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New York Taking Steps to Focus on Ongoing Opioid, Overdose Crisis

ACR Health

National Overdose Awareness Day came at a time when the opioid crisis is being overshadowed by another public health emergency. Monday, we told you how the ongoing coronavirus pandemic has increased the urgency to fund substance abuse treatments. Last week, the state of New York took one step toward addressing the crisis by authorizing the use of the overdose reversal medication Narcan in public places, such as stores and restaurants.

Helio Health program director Ron Wood says it is too common for businesses to be unprepared when an overdose happens.

“I mean I’ve worked with local restaurants in Syracuse who have unfortunately had individuals coming in to have dinner [who] have overdosed, and it can be extremely traumatizing for a business, an organization, a human being to witness something like that happen.”

Wood adds everyone should support Narcan-related legislation because it provides communities with a means to keep people safe while in public.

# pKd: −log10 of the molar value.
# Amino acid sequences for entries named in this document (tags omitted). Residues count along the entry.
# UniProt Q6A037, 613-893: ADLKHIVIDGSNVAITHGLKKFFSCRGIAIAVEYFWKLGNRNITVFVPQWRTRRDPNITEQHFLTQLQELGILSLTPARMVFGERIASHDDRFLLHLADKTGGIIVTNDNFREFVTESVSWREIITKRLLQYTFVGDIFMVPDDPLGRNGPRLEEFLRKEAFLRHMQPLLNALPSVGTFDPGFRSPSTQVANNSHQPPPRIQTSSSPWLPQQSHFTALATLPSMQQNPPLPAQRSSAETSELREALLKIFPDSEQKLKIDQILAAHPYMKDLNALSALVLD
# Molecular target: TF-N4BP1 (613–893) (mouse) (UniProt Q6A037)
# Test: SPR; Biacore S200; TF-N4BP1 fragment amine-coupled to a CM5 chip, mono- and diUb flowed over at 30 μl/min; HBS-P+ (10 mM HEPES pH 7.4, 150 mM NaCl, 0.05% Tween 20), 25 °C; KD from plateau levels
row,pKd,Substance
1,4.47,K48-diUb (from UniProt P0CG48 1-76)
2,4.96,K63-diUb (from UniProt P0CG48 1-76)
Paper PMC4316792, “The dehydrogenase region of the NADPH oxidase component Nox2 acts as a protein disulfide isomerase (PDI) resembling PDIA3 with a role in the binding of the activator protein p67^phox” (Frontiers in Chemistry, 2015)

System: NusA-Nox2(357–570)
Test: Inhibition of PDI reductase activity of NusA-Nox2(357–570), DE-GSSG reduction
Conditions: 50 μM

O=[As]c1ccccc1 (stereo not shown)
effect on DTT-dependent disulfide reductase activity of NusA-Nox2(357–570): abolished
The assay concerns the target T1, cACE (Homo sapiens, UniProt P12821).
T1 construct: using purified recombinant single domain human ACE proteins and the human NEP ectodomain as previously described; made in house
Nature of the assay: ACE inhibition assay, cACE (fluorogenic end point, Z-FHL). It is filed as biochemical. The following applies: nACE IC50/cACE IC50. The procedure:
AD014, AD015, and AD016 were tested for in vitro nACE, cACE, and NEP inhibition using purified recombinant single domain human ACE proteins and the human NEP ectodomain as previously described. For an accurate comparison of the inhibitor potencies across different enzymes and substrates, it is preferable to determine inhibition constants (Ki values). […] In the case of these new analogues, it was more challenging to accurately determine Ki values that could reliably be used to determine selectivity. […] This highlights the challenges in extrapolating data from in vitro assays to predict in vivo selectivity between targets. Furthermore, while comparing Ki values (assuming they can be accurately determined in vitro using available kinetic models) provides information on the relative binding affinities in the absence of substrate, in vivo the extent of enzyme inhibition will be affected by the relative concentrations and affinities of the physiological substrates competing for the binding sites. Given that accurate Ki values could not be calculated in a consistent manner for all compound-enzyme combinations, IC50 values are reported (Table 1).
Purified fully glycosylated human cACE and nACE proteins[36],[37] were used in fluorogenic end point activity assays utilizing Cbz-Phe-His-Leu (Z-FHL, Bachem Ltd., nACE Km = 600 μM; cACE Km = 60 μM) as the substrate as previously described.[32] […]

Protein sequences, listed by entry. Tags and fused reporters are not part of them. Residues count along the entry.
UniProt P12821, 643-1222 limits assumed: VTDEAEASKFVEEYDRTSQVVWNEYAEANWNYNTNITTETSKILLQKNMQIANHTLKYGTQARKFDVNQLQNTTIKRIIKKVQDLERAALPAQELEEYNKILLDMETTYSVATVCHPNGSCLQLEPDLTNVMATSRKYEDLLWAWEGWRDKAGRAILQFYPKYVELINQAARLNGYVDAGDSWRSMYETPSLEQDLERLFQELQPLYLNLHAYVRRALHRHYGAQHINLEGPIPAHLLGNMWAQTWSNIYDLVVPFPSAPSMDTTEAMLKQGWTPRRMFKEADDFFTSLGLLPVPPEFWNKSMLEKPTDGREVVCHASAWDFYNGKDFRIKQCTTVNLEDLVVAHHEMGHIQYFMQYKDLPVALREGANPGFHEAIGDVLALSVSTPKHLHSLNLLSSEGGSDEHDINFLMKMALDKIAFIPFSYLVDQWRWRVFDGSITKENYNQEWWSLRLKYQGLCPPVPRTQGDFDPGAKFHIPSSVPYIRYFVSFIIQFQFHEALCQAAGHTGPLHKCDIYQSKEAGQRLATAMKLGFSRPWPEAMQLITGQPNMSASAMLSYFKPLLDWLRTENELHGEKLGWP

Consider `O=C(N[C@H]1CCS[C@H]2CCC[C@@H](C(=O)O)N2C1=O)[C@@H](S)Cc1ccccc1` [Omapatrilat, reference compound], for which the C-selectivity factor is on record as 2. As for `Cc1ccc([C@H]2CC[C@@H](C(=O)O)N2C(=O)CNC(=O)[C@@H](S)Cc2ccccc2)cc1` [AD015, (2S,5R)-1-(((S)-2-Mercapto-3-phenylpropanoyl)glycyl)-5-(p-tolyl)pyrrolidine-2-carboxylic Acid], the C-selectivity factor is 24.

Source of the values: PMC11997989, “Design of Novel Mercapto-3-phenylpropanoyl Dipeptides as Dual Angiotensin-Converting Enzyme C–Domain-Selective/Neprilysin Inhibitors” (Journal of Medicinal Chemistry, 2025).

“It’s about giving people a chance to live their best life and if we have the ability to impact that change on somebody, why would we not take that opportunity? It’s someone’s son, their daughter, their husband, wife, whoever and to some capacity mental health or substance use has affected pretty much every person that we can even think about someone in your family that’s impacted in some way.” 


Helio Medical Director Doctor Ross Sullivan calls that the state’s new law is a good start.  He says there are also other ways to ensure a patient is being protected when prescribed an opioid painkiller.

“Some states are semi requiring you to also prescribe naloxone along with it. I think that’s an important thing because not all providers, and in fact most, don’t truly appreciate the dangers of opioid prescriptions.” 

Credit Prevention Network

Although Narcan trainings have slowed down due to the pandemic, people can still stay educated on the opioid crisis by visiting